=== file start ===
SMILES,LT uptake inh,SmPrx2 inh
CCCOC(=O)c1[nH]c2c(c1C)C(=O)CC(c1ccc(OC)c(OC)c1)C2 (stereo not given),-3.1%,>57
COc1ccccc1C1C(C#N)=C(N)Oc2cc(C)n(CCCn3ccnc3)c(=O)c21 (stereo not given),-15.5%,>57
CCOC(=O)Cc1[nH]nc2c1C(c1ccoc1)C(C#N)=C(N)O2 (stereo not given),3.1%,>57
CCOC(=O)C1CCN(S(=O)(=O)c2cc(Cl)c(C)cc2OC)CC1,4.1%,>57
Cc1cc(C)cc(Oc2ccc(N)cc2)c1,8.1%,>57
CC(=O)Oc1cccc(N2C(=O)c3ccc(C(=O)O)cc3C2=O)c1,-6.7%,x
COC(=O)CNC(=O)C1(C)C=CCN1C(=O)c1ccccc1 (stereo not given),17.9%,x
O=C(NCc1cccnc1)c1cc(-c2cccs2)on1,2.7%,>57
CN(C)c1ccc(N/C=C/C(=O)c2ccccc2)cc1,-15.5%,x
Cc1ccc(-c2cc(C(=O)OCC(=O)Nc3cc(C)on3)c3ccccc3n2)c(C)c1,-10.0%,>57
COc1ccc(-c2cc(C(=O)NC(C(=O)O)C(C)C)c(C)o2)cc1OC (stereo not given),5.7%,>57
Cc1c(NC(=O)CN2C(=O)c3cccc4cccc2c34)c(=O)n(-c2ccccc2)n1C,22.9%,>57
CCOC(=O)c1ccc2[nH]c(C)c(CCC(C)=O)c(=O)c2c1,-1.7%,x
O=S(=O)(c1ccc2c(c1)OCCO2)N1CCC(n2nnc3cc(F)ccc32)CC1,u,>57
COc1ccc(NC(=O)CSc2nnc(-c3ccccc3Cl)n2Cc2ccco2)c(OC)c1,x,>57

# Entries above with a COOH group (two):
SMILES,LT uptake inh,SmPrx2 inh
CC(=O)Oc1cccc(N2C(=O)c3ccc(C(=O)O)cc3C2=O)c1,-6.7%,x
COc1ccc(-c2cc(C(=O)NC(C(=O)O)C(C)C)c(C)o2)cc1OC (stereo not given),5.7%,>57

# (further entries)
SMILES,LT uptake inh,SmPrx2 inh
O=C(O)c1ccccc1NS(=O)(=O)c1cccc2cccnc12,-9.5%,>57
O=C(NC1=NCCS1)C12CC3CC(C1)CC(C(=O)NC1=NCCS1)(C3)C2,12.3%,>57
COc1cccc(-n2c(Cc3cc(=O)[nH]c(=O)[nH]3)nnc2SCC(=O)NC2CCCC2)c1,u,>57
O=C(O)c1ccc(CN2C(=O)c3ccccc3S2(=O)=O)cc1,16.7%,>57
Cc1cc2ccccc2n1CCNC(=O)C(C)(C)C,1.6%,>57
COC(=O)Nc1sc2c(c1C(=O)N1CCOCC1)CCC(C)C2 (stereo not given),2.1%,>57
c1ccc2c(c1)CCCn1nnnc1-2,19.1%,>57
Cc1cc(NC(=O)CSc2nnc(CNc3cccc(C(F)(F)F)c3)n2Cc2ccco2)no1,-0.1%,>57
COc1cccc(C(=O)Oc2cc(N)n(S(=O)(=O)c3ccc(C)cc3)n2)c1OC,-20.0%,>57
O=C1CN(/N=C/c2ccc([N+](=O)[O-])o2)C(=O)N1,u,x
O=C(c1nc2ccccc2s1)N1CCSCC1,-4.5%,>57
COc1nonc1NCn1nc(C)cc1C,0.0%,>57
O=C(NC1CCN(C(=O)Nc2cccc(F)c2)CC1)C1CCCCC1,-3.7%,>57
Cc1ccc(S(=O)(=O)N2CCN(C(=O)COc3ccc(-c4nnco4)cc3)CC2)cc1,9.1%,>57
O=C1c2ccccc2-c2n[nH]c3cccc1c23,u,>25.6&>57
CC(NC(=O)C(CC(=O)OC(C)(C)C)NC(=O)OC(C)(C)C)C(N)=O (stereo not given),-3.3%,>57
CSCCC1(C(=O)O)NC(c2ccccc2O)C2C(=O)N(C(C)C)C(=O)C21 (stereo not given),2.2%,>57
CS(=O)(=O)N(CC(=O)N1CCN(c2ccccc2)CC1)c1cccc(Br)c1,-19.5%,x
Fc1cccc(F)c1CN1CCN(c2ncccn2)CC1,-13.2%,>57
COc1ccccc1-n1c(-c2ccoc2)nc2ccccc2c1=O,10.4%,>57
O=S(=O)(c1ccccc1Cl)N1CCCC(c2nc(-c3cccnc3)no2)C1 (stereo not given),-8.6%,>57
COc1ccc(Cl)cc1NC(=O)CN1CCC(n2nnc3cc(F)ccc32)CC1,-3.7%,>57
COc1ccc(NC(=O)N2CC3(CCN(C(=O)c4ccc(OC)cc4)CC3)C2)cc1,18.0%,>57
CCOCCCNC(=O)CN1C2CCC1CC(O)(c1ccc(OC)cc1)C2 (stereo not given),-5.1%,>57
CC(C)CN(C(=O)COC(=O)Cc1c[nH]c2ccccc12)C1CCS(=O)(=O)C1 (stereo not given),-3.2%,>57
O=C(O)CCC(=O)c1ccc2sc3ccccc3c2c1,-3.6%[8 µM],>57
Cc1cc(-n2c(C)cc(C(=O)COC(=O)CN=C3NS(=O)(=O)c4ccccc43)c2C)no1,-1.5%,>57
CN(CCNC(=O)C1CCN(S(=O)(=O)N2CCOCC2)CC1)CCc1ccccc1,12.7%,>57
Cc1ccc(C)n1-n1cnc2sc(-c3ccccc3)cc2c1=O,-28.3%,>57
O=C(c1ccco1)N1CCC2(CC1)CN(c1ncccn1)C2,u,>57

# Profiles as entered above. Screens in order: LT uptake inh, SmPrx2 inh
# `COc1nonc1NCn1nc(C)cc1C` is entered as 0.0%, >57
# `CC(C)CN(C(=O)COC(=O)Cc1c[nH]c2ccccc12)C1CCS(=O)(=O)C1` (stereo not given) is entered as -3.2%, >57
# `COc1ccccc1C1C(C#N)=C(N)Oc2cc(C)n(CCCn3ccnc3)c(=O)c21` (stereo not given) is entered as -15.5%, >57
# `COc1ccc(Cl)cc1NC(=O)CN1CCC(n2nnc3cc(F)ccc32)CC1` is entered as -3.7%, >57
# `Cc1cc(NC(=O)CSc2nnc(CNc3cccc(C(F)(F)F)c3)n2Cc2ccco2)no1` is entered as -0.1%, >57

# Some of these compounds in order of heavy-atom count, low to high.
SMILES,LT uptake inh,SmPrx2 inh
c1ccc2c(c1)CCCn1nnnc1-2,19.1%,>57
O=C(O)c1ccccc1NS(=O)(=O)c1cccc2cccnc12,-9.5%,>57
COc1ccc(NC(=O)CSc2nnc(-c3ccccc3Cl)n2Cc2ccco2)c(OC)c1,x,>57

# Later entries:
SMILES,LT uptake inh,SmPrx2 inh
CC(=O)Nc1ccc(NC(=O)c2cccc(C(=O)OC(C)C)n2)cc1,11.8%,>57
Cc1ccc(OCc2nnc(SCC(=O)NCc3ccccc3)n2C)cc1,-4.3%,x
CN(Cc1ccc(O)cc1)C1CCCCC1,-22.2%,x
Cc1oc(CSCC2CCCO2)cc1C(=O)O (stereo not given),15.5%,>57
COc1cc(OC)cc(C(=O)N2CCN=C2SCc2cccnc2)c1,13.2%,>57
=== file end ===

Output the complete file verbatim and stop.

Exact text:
SMILES,LT uptake inh,SmPrx2 inh
CCCOC(=O)c1[nH]c2c(c1C)C(=O)CC(c1ccc(OC)c(OC)c1)C2 (stereo not given),-3.1%,>57
COc1ccccc1C1C(C#N)=C(N)Oc2cc(C)n(CCCn3ccnc3)c(=O)c21 (stereo not given),-15.5%,>57
CCOC(=O)Cc1[nH]nc2c1C(c1ccoc1)C(C#N)=C(N)O2 (stereo not given),3.1%,>57
CCOC(=O)C1CCN(S(=O)(=O)c2cc(Cl)c(C)cc2OC)CC1,4.1%,>57
Cc1cc(C)cc(Oc2ccc(N)cc2)c1,8.1%,>57
CC(=O)Oc1cccc(N2C(=O)c3ccc(C(=O)O)cc3C2=O)c1,-6.7%,x
COC(=O)CNC(=O)C1(C)C=CCN1C(=O)c1ccccc1 (stereo not given),17.9%,x
O=C(NCc1cccnc1)c1cc(-c2cccs2)on1,2.7%,>57
CN(C)c1ccc(N/C=C/C(=O)c2ccccc2)cc1,-15.5%,x
Cc1ccc(-c2cc(C(=O)OCC(=O)Nc3cc(C)on3)c3ccccc3n2)c(C)c1,-10.0%,>57
COc1ccc(-c2cc(C(=O)NC(C(=O)O)C(C)C)c(C)o2)cc1OC (stereo not given),5.7%,>57
Cc1c(NC(=O)CN2C(=O)c3cccc4cccc2c34)c(=O)n(-c2ccccc2)n1C,22.9%,>57
CCOC(=O)c1ccc2[nH]c(C)c(CCC(C)=O)c(=O)c2c1,-1.7%,x
O=S(=O)(c1ccc2c(c1)OCCO2)N1CCC(n2nnc3cc(F)ccc32)CC1,u,>57
COc1ccc(NC(=O)CSc2nnc(-c3ccccc3Cl)n2Cc2ccco2)c(OC)c1,x,>57

# Entries above with a COOH group (two):
SMILES,LT uptake inh,SmPrx2 inh
CC(=O)Oc1cccc(N2C(=O)c3ccc(C(=O)O)cc3C2=O)c1,-6.7%,x
COc1ccc(-c2cc(C(=O)NC(C(=O)O)C(C)C)c(C)o2)cc1OC (stereo not given),5.7%,>57

# (further entries)
SMILES,LT uptake inh,SmPrx2 inh
O=C(O)c1ccccc1NS(=O)(=O)c1cccc2cccnc12,-9.5%,>57
O=C(NC1=NCCS1)C12CC3CC(C1)CC(C(=O)NC1=NCCS1)(C3)C2,12.3%,>57
COc1cccc(-n2c(Cc3cc(=O)[nH]c(=O)[nH]3)nnc2SCC(=O)NC2CCCC2)c1,u,>57
O=C(O)c1ccc(CN2C(=O)c3ccccc3S2(=O)=O)cc1,16.7%,>57
Cc1cc2ccccc2n1CCNC(=O)C(C)(C)C,1.6%,>57
COC(=O)Nc1sc2c(c1C(=O)N1CCOCC1)CCC(C)C2 (stereo not given),2.1%,>57
c1ccc2c(c1)CCCn1nnnc1-2,19.1%,>57
Cc1cc(NC(=O)CSc2nnc(CNc3cccc(C(F)(F)F)c3)n2Cc2ccco2)no1,-0.1%,>57
COc1cccc(C(=O)Oc2cc(N)n(S(=O)(=O)c3ccc(C)cc3)n2)c1OC,-20.0%,>57
O=C1CN(/N=C/c2ccc([N+](=O)[O-])o2)C(=O)N1,u,x
O=C(c1nc2ccccc2s1)N1CCSCC1,-4.5%,>57
COc1nonc1NCn1nc(C)cc1C,0.0%,>57
O=C(NC1CCN(C(=O)Nc2cccc(F)c2)CC1)C1CCCCC1,-3.7%,>57
Cc1ccc(S(=O)(=O)N2CCN(C(=O)COc3ccc(-c4nnco4)cc3)CC2)cc1,9.1%,>57
O=C1c2ccccc2-c2n[nH]c3cccc1c23,u,>25.6&>57
CC(NC(=O)C(CC(=O)OC(C)(C)C)NC(=O)OC(C)(C)C)C(N)=O (stereo not given),-3.3%,>57
CSCCC1(C(=O)O)NC(c2ccccc2O)C2C(=O)N(C(C)C)C(=O)C21 (stereo not given),2.2%,>57
CS(=O)(=O)N(CC(=O)N1CCN(c2ccccc2)CC1)c1cccc(Br)c1,-19.5%,x
Fc1cccc(F)c1CN1CCN(c2ncccn2)CC1,-13.2%,>57
COc1ccccc1-n1c(-c2ccoc2)nc2ccccc2c1=O,10.4%,>57
O=S(=O)(c1ccccc1Cl)N1CCCC(c2nc(-c3cccnc3)no2)C1 (stereo not given),-8.6%,>57
COc1ccc(Cl)cc1NC(=O)CN1CCC(n2nnc3cc(F)ccc32)CC1,-3.7%,>57
COc1ccc(NC(=O)N2CC3(CCN(C(=O)c4ccc(OC)cc4)CC3)C2)cc1,18.0%,>57
CCOCCCNC(=O)CN1C2CCC1CC(O)(c1ccc(OC)cc1)C2 (stereo not given),-5.1%,>57
CC(C)CN(C(=O)COC(=O)Cc1c[nH]c2ccccc12)C1CCS(=O)(=O)C1 (stereo not given),-3.2%,>57
O=C(O)CCC(=O)c1ccc2sc3ccccc3c2c1,-3.6%[8 µM],>57
Cc1cc(-n2c(C)cc(C(=O)COC(=O)CN=C3NS(=O)(=O)c4ccccc43)c2C)no1,-1.5%,>57
CN(CCNC(=O)C1CCN(S(=O)(=O)N2CCOCC2)CC1)CCc1ccccc1,12.7%,>57
Cc1ccc(C)n1-n1cnc2sc(-c3ccccc3)cc2c1=O,-28.3%,>57
O=C(c1ccco1)N1CCC2(CC1)CN(c1ncccn1)C2,u,>57

# Profiles as entered above. Screens in order: LT uptake inh, SmPrx2 inh
# `COc1nonc1NCn1nc(C)cc1C` is entered as 0.0%, >57
# `CC(C)CN(C(=O)COC(=O)Cc1c[nH]c2ccccc12)C1CCS(=O)(=O)C1` (stereo not given) is entered as -3.2%, >57
# `COc1ccccc1C1C(C#N)=C(N)Oc2cc(C)n(CCCn3ccnc3)c(=O)c21` (stereo not given) is entered as -15.5%, >57
# `COc1ccc(Cl)cc1NC(=O)CN1CCC(n2nnc3cc(F)ccc32)CC1` is entered as -3.7%, >57
# `Cc1cc(NC(=O)CSc2nnc(CNc3cccc(C(F)(F)F)c3)n2Cc2ccco2)no1` is entered as -0.1%, >57

# Some of these compounds in order of heavy-atom count, low to high.
SMILES,LT uptake inh,SmPrx2 inh
c1ccc2c(c1)CCCn1nnnc1-2,19.1%,>57
O=C(O)c1ccccc1NS(=O)(=O)c1cccc2cccnc12,-9.5%,>57
COc1ccc(NC(=O)CSc2nnc(-c3ccccc3Cl)n2Cc2ccco2)c(OC)c1,x,>57

# Later entries:
SMILES,LT uptake inh,SmPrx2 inh
CC(=O)Nc1ccc(NC(=O)c2cccc(C(=O)OC(C)C)n2)cc1,11.8%,>57
Cc1ccc(OCc2nnc(SCC(=O)NCc3ccccc3)n2C)cc1,-4.3%,x
CN(Cc1ccc(O)cc1)C1CCCCC1,-22.2%,x
Cc1oc(CSCC2CCCO2)cc1C(=O)O (stereo not given),15.5%,>57
COc1cc(OC)cc(C(=O)N2CCN=C2SCc2cccnc2)c1,13.2%,>57